TLC (previously known as The Learning Channel) will debut a new series tomorrow evening, Sunday, Nov. 13, titled “All-American Muslim.” I was contacted and given the opportunity to preview the debut episode, “How to marry a Muslim” and interview the show’s developers. Right up front I can tell you that this series will offer a number of things which will enlighten and entertain some people while no doubt having heads exploding in other quarters. Personally, I found it fascinating.
The series focuses on a number of people in Dearborn, Michigan, all members of the Muslim-American community. It’s a rather eclectic collection of both married couples and singles, ranging from devout practitioners of their faith (women wearing head scarves, adherence to traditional Arab lifestyles) to very westernized young folks, including a woman who dresses far more like the Kardashians and has an interesting collection of tattoos.
Rather than being a bland travel video of happy Muslims immersing themselves in American culture, however, the show takes more than a few chances in showing some of the complications and pitfalls which arise when cultural worlds collide. One of the more startling examples is that of Shadia Amen as she prepares to marry her all American, Irish Catholic boyfriend Jeff. The impending nuptials have Jeff’s mother a bit out of sorts since he’s agreed to convert to the Muslim faith in order to be able to satisfy his bride and her family.
One portion of this I found unusual was the inside look at the conversion process. I spent some time once going to classes with a friend who was converting to Judaism. It’s a very long, detailed, involved process with a great deal to learn. The conversion process for Jeff to become a Muslim seemed to consist of showing up at his future father-in-law’s house and reciting precisely three lines. More to the point, despite his protestations about having done his homework, he seems to be given the speech for the ceremony written phonetically with no clear idea what he’s saying. The bride’s father assures him that, “You’re not denouncing anything. You’re adding more.”
He’s then given the note to read, with sub-titles helpfully added to the scene:
I bear witness,
That there is no God,
POOF! You’re a Muslim!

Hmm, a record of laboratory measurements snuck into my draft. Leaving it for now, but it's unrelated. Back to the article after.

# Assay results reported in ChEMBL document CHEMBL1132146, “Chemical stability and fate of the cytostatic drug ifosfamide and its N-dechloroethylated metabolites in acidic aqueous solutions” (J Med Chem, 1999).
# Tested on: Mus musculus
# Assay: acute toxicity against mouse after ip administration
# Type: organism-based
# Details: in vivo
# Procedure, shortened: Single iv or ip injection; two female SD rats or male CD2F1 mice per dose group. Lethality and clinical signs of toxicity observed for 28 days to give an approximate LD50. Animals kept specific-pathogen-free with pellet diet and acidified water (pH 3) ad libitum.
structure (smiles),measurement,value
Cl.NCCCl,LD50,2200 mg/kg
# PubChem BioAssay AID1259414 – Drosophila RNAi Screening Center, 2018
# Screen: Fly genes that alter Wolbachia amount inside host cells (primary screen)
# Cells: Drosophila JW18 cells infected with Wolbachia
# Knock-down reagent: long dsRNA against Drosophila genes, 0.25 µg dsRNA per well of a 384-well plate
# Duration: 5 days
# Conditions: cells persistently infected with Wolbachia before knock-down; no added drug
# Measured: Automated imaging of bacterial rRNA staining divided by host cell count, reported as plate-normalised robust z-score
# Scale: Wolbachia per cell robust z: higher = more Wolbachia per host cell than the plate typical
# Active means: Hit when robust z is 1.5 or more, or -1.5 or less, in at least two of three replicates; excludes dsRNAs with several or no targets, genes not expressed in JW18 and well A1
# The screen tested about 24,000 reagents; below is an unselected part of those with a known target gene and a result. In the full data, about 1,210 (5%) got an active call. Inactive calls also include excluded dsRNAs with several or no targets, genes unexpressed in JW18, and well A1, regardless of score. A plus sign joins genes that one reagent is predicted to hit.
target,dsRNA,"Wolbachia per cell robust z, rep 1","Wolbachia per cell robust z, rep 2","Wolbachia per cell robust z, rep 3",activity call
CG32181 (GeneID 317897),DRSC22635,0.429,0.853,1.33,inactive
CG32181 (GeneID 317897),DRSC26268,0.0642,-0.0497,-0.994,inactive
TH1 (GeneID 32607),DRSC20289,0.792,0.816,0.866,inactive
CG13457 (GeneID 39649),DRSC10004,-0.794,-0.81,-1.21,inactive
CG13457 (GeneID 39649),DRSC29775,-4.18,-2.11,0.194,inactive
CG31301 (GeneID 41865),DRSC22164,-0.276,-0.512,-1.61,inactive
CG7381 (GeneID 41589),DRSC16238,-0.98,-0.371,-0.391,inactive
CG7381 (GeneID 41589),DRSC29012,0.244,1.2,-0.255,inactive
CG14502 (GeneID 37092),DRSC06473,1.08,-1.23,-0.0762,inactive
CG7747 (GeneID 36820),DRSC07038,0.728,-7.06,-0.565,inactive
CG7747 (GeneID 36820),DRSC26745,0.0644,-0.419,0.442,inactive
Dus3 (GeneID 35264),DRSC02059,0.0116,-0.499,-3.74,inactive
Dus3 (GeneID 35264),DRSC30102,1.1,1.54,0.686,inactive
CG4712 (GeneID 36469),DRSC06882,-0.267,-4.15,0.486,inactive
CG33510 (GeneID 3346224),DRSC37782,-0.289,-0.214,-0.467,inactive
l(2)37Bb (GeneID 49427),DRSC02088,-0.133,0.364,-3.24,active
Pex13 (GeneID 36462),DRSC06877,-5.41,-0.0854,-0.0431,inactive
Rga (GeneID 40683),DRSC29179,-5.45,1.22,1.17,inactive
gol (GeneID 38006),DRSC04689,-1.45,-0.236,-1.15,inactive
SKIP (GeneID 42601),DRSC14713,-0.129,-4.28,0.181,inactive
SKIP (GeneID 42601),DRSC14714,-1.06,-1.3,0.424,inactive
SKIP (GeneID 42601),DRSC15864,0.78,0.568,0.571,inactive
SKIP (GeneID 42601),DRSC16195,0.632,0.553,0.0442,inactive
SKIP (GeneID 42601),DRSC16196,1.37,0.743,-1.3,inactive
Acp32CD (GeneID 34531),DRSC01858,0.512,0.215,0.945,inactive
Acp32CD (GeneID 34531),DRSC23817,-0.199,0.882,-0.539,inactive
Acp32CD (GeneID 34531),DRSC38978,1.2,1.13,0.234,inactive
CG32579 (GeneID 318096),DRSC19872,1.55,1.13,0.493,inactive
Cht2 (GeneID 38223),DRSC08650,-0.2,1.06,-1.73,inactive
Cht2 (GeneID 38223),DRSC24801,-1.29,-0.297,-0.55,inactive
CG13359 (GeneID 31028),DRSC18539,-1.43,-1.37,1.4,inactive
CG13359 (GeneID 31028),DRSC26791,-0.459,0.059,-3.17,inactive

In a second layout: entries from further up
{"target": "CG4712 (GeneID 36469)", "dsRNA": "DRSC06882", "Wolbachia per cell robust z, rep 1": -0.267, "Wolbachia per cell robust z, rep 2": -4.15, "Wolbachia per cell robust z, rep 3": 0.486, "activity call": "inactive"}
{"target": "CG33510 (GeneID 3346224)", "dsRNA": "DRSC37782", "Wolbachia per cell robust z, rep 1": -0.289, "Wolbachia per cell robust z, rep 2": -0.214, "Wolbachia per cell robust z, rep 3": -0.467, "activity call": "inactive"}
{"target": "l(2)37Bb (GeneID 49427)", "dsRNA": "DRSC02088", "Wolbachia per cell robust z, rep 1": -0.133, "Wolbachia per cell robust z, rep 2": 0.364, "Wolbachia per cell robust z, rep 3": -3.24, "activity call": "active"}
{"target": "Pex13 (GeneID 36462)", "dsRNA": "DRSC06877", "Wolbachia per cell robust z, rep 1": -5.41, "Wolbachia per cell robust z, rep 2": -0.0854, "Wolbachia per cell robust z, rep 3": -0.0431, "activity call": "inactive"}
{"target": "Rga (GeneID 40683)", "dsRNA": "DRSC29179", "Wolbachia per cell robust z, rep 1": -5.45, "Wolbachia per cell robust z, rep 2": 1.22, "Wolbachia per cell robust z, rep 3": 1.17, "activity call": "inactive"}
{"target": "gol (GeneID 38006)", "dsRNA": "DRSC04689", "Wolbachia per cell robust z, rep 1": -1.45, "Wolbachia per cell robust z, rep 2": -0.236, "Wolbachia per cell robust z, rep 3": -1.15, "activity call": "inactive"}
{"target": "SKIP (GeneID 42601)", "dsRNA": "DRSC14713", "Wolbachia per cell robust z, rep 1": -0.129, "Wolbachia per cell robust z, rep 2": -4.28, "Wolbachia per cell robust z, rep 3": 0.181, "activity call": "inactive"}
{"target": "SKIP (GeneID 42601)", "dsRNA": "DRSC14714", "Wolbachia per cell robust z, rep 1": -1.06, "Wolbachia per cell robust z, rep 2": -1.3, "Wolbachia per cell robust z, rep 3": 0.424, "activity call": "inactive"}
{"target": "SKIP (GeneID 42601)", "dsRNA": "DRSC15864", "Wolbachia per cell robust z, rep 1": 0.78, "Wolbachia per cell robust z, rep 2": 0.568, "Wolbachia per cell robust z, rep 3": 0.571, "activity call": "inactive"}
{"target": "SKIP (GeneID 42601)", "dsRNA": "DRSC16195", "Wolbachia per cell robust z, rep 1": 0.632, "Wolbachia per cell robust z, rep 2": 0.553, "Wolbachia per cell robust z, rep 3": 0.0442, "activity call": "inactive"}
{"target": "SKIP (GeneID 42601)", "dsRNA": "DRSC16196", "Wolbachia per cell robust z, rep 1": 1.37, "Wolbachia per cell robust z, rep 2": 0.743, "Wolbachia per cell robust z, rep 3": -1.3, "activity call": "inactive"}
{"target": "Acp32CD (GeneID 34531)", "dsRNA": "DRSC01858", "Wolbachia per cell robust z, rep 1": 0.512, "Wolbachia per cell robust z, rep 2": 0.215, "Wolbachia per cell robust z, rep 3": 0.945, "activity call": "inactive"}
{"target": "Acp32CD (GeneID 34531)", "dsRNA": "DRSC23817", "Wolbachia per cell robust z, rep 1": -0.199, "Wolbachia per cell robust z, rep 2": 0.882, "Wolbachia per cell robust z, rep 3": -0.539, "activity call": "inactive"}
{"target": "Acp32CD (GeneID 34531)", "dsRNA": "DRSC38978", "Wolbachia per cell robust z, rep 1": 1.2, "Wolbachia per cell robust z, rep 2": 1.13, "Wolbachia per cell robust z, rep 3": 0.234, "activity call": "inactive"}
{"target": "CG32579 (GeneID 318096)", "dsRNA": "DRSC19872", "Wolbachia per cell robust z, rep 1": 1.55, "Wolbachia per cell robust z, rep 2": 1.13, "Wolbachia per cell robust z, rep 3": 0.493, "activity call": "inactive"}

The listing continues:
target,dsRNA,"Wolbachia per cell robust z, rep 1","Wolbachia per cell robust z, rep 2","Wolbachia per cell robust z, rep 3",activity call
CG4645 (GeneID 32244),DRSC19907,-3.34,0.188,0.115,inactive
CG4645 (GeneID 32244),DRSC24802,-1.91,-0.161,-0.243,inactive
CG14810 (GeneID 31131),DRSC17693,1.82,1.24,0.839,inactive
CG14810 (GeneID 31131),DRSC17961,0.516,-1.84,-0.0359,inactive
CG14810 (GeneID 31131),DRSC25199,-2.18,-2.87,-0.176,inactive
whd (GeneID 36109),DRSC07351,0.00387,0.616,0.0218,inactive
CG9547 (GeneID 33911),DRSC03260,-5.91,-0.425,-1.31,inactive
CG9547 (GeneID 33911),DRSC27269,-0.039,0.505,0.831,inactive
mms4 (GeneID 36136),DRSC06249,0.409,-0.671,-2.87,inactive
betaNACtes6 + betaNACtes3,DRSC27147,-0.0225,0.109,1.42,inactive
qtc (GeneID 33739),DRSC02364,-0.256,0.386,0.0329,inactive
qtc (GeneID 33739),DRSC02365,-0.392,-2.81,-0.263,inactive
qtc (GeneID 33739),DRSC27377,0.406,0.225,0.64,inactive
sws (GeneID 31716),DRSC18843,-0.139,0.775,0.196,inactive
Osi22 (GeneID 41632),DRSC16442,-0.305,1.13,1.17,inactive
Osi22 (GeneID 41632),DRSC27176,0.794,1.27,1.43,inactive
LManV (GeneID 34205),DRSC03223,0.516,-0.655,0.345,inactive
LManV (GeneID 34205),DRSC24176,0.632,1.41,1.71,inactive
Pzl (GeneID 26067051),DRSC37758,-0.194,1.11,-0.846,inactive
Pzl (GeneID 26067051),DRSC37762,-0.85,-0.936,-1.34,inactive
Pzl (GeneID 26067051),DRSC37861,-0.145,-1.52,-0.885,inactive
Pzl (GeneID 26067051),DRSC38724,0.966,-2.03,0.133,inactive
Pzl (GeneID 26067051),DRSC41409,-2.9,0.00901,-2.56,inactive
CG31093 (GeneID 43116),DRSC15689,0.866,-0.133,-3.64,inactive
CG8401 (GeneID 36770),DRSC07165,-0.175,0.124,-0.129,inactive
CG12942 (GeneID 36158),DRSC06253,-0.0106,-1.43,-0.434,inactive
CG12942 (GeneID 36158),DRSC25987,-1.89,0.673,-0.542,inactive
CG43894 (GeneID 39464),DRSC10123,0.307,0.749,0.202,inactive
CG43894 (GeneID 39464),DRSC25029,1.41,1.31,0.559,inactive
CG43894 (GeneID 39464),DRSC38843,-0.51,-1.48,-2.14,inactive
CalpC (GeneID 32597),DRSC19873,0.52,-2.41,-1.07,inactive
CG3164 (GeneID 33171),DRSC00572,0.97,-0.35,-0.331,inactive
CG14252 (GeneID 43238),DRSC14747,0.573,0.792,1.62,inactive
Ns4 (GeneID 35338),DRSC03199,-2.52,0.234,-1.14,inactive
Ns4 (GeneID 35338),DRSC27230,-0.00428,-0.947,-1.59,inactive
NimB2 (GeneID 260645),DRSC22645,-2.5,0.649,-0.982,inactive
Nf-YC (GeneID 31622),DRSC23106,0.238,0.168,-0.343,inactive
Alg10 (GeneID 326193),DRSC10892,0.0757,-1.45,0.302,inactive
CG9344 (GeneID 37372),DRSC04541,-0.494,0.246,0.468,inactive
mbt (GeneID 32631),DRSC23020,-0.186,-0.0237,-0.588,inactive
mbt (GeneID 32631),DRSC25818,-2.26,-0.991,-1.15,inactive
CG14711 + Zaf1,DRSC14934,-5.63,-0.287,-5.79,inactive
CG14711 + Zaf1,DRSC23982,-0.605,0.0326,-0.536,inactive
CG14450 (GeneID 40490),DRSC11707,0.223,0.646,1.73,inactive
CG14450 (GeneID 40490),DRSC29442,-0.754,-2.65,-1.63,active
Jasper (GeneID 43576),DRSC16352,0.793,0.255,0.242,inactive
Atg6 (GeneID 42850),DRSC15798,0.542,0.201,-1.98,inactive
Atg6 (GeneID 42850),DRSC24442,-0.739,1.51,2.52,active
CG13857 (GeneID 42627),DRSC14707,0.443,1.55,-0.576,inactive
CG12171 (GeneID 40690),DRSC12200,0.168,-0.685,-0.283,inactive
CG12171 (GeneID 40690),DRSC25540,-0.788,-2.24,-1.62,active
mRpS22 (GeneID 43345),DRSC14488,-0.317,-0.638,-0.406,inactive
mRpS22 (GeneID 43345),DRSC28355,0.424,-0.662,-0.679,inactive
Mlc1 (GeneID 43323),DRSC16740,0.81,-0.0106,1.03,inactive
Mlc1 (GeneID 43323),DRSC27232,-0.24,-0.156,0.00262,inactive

It struck me that some in the Catholic faith -given the Trinity and all – might consider that something of a denouncement. But maybe that’s just me.
I interviewed Alon Orstein, the Vice President of Production and Development at TLC, this week to ask him about this and other aspects of the show. On the subject of Jeff’s conversion, he told me that they weren’t seeking to cast this in any sort of controversial fashion, but simply “following the story” where it led. As to what Jeff knew about his conversion ceremony, I was told I’d need to ask Jeff. (I may see if I can get an interview in the future to do just that.)
I also asked Alon precisely what kind of show this is, because after watching the first episode I found myself struggling to identify it. Was it a documentary? A reality show more in the vein of Real Housewives? We wound up agreeing that the lines on these things have blurred in recent years, and he felt that All American Muslim is just an in-depth look at a slice of American society which many of us don’t normally get to see.
I also asked if this show would intentionally be touching on the obvious political implications of the story they tell, given the somewhat incendiary nature of the material. He told me that in coming episodes there are segments which certainly head in that direction, as well as going inside of some American mosques, but again, it wasn’t their purpose. They just went where the story led them.
Other interesting situations arise in the show, such as that of Fouad Zaban and his wife. Fouad is the coach of the local high school football team, composed almost entirely of Muslim boys. He has to schedule practice during Ramadan around the tradition of not eating or drinking anything from sunup to sundown during that period.
There are plenty more, but I’ll leave it to the audience to review the premiere for themselves and see how it’s handled. While some of it will likely be controversial, as I said, I found myself engaged and I’d say it’s worth a look. Following are two videos. The first is the show’s “upcoming episodes” preview which will air Sunday night. It includes some interesting hints about Jeff’s conversion to Islam and the reactions from both his friends and his new wife’s family who wonder if he’s converting “for the right reason.’ The second video gives a brief look at some of the subjects, and the web site has more information on the families who are featured.
About the families: